The BHMD’s department for occupational therapy was opened on 1 June 1921. As Baragar saw it, the purpose of occupational therapy was “to enable the patient to recover his normal mentality more rapidly and more completely, or if he is not recoverable, to arrest to some extent the processes of mental deterioration that tend to take place in the chronically insane.” Equipment was provided for working with wood and metal, printing, bookbinding, sewing, weaving, and creating art. Baragar envisioned that sales of goods would pay for future supplies. These initiatives were praised in the local media. A shortage of teachers meant that some patients continued in older forms of employment, now termed industrial therapy. In 1925, according to Baragar’s estimates, about 106 patients were involved daily in work such as shovelling coal and handling farm animals; roughly 195,000 hours were put in that year for a value to the hospital of over $27,000. A range of recreational activities was also provided.
Recruiting and keeping physicians was an issue for Baragar – at times in 1921 there was only one doctor available to treat the BHMD’s approximately 800 patients – and acquiring professional staff became a priority. As soon as he was able, Baragar hired two doctors and, in 1923, he arranged for medical students from the University of Manitoba to work at the BHMD for four months in the summer to learn about the treatment of mental illness. He established a residence for nurses, thereby freeing up more beds for patients, and implemented a training program with a mental-health specialization for nurses, the first of its kind in western Canada and one of his greatest achievements. Baragar wrote, “The nursing of mental patients requires women of finer personality, of wider sympathies, greater self-control and higher intelligence than even the nursing of those who are physically ill.” One graduate, Mary MacKenzie, went on to obtain her medical degree at the University of Manitoba and would join the BHMD in 1929 as a doctor in the Psychopathic Hospital. Early on, Baragar had also created two-year training programs for supervisors and attendants. While these initiatives were successful – 39 female nurses and 11 male attendants had received diplomas by the end of 1926 – Baragar’s program for training nurses was opposed by traditional nursing schools.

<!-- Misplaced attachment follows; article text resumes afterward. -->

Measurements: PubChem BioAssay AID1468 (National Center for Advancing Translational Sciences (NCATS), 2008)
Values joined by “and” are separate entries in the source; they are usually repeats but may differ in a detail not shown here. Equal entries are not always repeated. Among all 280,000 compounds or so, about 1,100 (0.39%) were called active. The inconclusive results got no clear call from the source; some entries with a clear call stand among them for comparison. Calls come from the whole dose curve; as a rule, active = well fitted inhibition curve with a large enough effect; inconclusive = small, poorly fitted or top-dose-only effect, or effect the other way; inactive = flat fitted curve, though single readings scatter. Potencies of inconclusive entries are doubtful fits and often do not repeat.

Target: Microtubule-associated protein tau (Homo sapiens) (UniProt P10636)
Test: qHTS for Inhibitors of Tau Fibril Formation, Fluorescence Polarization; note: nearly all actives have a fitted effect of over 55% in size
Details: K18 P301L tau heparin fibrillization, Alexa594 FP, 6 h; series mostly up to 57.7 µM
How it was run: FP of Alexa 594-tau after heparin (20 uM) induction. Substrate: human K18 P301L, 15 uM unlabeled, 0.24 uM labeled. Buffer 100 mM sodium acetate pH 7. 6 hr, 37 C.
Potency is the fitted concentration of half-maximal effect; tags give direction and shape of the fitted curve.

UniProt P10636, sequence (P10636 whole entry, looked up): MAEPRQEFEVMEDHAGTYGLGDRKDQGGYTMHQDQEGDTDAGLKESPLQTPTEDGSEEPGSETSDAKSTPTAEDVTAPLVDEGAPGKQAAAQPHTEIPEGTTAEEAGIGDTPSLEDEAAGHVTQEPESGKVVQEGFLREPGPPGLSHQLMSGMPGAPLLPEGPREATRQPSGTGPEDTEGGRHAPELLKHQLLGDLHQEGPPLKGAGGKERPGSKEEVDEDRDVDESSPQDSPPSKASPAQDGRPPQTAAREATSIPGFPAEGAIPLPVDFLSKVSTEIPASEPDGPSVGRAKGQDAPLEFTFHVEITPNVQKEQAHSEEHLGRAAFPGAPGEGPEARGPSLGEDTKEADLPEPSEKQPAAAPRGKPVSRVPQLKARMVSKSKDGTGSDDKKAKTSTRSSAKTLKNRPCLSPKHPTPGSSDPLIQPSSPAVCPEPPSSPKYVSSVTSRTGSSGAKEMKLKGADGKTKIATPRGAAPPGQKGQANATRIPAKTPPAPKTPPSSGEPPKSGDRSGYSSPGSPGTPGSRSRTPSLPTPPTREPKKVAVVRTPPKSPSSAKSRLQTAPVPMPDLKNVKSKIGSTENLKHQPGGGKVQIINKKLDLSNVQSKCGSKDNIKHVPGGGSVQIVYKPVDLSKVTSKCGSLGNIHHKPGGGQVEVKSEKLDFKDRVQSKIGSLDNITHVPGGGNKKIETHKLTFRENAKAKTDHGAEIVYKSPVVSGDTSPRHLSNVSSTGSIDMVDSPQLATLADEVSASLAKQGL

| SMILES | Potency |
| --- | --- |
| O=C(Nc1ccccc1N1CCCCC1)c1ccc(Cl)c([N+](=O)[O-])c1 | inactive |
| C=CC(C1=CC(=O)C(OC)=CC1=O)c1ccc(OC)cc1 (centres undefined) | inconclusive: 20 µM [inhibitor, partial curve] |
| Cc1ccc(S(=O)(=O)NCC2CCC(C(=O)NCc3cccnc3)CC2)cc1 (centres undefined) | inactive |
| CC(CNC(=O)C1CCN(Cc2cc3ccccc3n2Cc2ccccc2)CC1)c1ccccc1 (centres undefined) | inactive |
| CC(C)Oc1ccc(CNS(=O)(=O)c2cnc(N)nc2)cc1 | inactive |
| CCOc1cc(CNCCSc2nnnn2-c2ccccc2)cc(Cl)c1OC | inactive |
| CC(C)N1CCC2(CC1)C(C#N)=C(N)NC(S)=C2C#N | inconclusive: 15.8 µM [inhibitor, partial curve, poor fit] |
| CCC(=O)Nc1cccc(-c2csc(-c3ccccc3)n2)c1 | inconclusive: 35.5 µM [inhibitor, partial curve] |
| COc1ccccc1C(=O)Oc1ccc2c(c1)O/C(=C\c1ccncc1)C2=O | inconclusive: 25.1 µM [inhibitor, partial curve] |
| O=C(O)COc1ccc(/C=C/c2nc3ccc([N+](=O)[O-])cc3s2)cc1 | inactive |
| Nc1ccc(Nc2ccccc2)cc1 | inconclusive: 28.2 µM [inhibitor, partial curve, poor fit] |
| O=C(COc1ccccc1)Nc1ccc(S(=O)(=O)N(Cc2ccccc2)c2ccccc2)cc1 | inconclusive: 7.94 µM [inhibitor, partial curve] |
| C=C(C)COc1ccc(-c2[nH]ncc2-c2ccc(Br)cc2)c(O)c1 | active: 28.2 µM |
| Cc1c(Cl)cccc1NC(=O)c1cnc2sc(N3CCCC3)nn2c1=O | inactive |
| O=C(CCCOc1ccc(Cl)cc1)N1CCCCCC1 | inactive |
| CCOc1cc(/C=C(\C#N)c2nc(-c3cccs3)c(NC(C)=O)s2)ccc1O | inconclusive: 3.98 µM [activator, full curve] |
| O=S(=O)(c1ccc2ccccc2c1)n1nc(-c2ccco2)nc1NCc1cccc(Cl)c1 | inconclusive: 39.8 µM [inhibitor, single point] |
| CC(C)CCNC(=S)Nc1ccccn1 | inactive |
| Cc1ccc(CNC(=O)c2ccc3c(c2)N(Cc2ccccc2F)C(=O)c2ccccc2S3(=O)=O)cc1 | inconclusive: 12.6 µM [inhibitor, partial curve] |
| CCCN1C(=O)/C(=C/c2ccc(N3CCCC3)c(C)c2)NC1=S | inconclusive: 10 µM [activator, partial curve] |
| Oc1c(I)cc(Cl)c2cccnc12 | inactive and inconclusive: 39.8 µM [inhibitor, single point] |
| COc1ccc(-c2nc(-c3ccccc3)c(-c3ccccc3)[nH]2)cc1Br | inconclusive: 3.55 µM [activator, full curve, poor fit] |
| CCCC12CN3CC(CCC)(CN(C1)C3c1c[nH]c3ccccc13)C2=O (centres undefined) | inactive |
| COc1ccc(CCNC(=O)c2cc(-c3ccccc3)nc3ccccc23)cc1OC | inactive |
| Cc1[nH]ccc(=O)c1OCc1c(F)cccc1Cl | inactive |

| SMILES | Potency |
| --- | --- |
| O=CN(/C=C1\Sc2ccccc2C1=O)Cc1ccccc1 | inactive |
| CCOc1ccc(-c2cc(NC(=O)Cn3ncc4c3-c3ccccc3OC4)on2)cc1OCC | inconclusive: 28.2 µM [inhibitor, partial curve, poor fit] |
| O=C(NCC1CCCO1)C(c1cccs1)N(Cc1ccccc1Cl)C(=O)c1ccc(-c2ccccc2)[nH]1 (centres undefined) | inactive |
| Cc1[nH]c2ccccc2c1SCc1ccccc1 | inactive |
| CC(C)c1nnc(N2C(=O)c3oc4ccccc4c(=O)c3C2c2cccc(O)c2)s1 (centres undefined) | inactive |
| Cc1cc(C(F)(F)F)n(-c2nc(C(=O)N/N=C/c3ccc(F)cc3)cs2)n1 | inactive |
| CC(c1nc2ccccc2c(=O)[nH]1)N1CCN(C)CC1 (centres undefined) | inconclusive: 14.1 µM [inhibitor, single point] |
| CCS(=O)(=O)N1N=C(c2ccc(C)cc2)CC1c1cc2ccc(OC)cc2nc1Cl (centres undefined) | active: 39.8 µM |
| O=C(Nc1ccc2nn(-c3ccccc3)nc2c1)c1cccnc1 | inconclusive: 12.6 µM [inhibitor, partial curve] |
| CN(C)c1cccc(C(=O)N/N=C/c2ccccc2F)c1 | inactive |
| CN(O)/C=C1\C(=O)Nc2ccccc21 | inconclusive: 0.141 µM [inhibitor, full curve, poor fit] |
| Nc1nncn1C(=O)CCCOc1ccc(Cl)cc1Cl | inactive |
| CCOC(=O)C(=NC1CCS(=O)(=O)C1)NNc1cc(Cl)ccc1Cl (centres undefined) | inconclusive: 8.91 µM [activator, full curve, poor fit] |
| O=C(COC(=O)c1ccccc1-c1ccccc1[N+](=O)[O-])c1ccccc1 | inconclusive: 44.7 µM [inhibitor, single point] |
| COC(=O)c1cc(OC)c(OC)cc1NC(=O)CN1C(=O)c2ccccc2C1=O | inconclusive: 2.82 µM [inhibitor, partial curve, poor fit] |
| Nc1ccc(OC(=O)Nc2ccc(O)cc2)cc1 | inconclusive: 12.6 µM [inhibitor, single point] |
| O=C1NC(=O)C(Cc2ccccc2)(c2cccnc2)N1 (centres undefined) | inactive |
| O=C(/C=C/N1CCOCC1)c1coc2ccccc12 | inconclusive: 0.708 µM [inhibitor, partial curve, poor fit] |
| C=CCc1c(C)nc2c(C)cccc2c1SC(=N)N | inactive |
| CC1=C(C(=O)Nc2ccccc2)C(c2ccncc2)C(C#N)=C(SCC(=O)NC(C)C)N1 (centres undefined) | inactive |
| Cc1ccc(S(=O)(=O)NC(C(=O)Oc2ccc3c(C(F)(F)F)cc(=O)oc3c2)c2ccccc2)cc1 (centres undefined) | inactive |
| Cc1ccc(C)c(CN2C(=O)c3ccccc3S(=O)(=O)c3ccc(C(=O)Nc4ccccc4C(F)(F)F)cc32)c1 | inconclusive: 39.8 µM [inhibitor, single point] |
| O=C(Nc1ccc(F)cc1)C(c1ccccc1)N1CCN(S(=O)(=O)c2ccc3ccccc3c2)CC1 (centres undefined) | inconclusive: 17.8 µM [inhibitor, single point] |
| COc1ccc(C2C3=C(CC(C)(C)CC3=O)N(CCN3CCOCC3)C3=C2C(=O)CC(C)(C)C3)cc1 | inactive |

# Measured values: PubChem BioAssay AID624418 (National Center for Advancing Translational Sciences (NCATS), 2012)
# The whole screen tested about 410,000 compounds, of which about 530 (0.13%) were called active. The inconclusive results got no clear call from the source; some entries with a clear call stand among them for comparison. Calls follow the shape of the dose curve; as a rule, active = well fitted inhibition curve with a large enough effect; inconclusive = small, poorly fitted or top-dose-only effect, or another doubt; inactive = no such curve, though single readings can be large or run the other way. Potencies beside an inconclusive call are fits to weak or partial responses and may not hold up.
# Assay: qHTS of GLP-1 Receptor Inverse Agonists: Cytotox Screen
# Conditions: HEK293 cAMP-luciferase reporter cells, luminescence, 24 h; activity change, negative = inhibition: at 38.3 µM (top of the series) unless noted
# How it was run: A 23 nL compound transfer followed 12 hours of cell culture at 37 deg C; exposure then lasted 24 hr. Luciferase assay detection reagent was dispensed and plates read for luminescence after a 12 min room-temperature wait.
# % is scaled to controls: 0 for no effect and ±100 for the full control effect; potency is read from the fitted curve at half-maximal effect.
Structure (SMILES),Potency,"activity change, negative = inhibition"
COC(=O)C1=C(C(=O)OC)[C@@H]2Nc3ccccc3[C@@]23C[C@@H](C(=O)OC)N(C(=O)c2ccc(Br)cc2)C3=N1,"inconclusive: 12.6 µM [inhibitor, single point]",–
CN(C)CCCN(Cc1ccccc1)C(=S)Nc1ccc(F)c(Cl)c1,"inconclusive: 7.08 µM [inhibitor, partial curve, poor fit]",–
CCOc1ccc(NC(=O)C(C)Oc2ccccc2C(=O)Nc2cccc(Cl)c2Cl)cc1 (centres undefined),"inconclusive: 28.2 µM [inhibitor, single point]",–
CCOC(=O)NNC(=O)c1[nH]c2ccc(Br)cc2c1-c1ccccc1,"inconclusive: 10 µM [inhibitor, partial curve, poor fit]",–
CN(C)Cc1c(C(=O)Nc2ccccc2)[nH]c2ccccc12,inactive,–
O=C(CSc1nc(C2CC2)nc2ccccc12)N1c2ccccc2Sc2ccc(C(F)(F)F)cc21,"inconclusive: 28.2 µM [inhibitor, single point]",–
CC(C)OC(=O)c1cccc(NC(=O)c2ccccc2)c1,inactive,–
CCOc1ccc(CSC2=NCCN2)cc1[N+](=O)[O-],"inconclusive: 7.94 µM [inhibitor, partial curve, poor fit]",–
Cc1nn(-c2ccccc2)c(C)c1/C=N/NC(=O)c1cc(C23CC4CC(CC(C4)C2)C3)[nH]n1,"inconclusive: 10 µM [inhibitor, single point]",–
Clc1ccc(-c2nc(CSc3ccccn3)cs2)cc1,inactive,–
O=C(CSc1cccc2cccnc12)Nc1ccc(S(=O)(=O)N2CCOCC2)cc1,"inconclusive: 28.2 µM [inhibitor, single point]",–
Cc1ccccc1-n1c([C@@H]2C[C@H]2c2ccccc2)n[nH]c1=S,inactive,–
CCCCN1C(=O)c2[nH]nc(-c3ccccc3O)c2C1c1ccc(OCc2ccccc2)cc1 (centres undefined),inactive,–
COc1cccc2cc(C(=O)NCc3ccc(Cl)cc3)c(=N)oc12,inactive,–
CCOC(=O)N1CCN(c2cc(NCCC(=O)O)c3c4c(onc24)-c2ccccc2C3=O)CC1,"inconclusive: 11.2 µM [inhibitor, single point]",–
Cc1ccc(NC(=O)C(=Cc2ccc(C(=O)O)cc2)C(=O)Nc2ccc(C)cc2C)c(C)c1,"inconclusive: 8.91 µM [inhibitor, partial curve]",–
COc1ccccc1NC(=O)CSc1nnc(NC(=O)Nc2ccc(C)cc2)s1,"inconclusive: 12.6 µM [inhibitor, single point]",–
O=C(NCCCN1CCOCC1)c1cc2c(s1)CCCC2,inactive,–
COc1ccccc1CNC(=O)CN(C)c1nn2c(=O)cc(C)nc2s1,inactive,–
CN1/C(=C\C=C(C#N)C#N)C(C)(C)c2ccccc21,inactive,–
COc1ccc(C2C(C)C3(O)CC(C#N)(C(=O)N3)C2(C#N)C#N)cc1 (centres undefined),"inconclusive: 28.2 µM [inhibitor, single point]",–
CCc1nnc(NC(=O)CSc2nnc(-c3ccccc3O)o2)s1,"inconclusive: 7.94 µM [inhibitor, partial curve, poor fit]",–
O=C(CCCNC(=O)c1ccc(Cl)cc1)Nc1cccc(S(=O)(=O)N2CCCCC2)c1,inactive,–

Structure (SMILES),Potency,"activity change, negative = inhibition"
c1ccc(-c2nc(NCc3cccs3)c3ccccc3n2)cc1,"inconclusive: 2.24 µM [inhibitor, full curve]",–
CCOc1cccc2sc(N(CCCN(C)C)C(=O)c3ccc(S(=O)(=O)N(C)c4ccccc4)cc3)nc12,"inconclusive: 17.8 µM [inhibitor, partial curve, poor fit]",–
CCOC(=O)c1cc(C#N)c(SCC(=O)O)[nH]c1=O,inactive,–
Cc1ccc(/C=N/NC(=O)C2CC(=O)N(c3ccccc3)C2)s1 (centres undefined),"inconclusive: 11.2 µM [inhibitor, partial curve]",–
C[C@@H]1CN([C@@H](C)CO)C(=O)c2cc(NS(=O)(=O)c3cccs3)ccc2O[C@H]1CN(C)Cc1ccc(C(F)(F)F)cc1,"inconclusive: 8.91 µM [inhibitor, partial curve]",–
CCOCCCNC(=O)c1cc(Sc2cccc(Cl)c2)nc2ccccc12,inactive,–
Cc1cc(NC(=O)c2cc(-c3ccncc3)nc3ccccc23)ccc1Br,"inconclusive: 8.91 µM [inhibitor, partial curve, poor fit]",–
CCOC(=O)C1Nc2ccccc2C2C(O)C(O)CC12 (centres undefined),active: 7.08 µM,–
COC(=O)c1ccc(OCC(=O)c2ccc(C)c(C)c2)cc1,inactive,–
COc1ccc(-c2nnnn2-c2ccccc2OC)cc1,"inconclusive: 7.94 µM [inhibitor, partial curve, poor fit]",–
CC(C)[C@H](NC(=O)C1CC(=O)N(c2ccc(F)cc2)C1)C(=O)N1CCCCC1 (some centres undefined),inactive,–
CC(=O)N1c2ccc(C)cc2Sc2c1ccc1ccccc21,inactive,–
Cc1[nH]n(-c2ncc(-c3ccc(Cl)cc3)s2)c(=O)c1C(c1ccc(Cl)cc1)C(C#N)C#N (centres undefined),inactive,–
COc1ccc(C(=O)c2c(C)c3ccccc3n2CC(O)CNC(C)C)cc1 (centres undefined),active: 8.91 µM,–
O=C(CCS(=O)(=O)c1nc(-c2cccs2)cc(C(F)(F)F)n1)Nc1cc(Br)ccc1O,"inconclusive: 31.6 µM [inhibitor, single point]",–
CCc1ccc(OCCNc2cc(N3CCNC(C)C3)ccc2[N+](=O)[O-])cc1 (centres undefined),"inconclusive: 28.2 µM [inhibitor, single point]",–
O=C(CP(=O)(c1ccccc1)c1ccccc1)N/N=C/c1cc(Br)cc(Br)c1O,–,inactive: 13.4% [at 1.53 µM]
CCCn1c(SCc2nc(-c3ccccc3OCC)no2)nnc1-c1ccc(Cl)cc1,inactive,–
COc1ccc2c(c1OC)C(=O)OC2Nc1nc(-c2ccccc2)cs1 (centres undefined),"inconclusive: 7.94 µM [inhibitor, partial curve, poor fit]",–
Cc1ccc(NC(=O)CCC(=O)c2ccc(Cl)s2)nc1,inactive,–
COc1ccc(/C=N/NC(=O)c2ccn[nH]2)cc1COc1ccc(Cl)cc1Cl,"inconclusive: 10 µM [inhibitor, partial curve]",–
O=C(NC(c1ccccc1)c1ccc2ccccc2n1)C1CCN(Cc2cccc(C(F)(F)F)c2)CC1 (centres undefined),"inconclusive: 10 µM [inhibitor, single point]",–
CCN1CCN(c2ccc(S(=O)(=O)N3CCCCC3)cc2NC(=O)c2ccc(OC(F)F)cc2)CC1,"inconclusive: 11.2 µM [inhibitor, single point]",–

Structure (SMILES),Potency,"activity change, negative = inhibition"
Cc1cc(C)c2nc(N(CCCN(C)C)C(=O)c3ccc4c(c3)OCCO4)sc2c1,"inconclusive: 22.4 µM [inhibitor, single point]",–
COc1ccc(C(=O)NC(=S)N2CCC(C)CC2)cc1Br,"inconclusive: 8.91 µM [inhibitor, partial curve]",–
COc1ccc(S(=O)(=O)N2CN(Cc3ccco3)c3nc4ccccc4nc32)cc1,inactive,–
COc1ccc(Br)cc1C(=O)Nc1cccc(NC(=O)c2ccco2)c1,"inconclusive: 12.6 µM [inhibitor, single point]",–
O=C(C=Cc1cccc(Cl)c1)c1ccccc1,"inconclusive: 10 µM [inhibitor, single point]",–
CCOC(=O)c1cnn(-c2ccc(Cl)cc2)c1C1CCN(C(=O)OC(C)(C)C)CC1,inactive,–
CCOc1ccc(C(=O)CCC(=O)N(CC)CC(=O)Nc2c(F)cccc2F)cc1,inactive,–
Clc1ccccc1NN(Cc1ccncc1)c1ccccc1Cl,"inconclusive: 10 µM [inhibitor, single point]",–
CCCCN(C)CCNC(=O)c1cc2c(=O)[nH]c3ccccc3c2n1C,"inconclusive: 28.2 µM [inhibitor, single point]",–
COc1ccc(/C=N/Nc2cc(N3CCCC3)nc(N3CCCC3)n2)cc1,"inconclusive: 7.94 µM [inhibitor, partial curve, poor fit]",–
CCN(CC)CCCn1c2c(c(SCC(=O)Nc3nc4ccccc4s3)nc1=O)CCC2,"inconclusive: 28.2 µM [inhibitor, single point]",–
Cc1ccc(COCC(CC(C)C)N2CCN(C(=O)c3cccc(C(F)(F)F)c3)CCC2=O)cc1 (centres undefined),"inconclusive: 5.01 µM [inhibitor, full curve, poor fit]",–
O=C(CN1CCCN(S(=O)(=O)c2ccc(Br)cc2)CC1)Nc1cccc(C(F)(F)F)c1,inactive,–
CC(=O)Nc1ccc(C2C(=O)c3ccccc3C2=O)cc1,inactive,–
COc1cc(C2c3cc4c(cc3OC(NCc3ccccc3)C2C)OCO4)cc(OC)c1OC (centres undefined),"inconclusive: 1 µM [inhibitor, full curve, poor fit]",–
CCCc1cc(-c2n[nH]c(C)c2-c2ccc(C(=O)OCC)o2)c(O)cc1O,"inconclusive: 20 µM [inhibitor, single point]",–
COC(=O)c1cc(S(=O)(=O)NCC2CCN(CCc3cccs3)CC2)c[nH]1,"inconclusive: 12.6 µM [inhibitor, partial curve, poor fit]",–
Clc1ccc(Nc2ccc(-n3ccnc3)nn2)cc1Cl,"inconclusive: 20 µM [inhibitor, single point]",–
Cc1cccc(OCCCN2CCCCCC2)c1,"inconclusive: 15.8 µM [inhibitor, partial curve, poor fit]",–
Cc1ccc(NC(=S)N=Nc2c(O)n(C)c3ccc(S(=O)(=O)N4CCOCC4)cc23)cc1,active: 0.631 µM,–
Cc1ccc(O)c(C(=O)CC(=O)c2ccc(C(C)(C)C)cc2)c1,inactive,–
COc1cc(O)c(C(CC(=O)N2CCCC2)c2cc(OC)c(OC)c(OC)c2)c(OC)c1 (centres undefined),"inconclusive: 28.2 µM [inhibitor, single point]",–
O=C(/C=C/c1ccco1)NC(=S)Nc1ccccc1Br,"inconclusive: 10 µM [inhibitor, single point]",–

Baragar’s ultimate departure from the BHMD was the result of a conflict with staff who had joined the trade-union movement, including, ironically, graduates (and students) of the nursing program he had created. In July 1926 Baragar warned the deputy minister of public works about the newly formed Mental Hospital Workers’ Federal Labour Union No.33, whose members had requested that he recognize their organization and endorse their demands for shorter hours, increased pay, and better working conditions. Baragar, who lacked the authority to make changes that would require more funding from the province, sympathized with his employees and felt that the Manitoba government, headed by John Bracken*, ought to give them a fair hearing. Baragar’s first priority, however, was the welfare of patients, and he was strongly opposed to the idea of public-sector unions, particularly in hospitals. His attempts to undermine No.33 –which included appealing to the high calling of the nurses, suggesting that their motives were selfish, and pressuring them to sign a pledge that they would leave the union –alienated members of his staff.
The Reverend William Ivens*, an organizer of the 1919 Winnipeg General Strike [see Mike Sokolowiski*] who had become an mla, took up the cause of the union, and the Bracken government subsequently appointed a royal commission to investigate the situation. Its report, issued in August 1928, largely exonerated Baragar and concluded that the hospital was well run. On the subject of the labour unrest, scholar Chris Dooley comments that while the training program benefited the BHMD, job prospects for its graduates were limited, and “mental nurses at the hospital in the 1920s evolved a culture of resistance to the long hours, poor working conditions and restrictive regulations of the training school.” Shortly after the report came out, Baragar, who had lost the confidence of many employees, took a leave of absence to do research in England. He never resumed his duties at Brandon.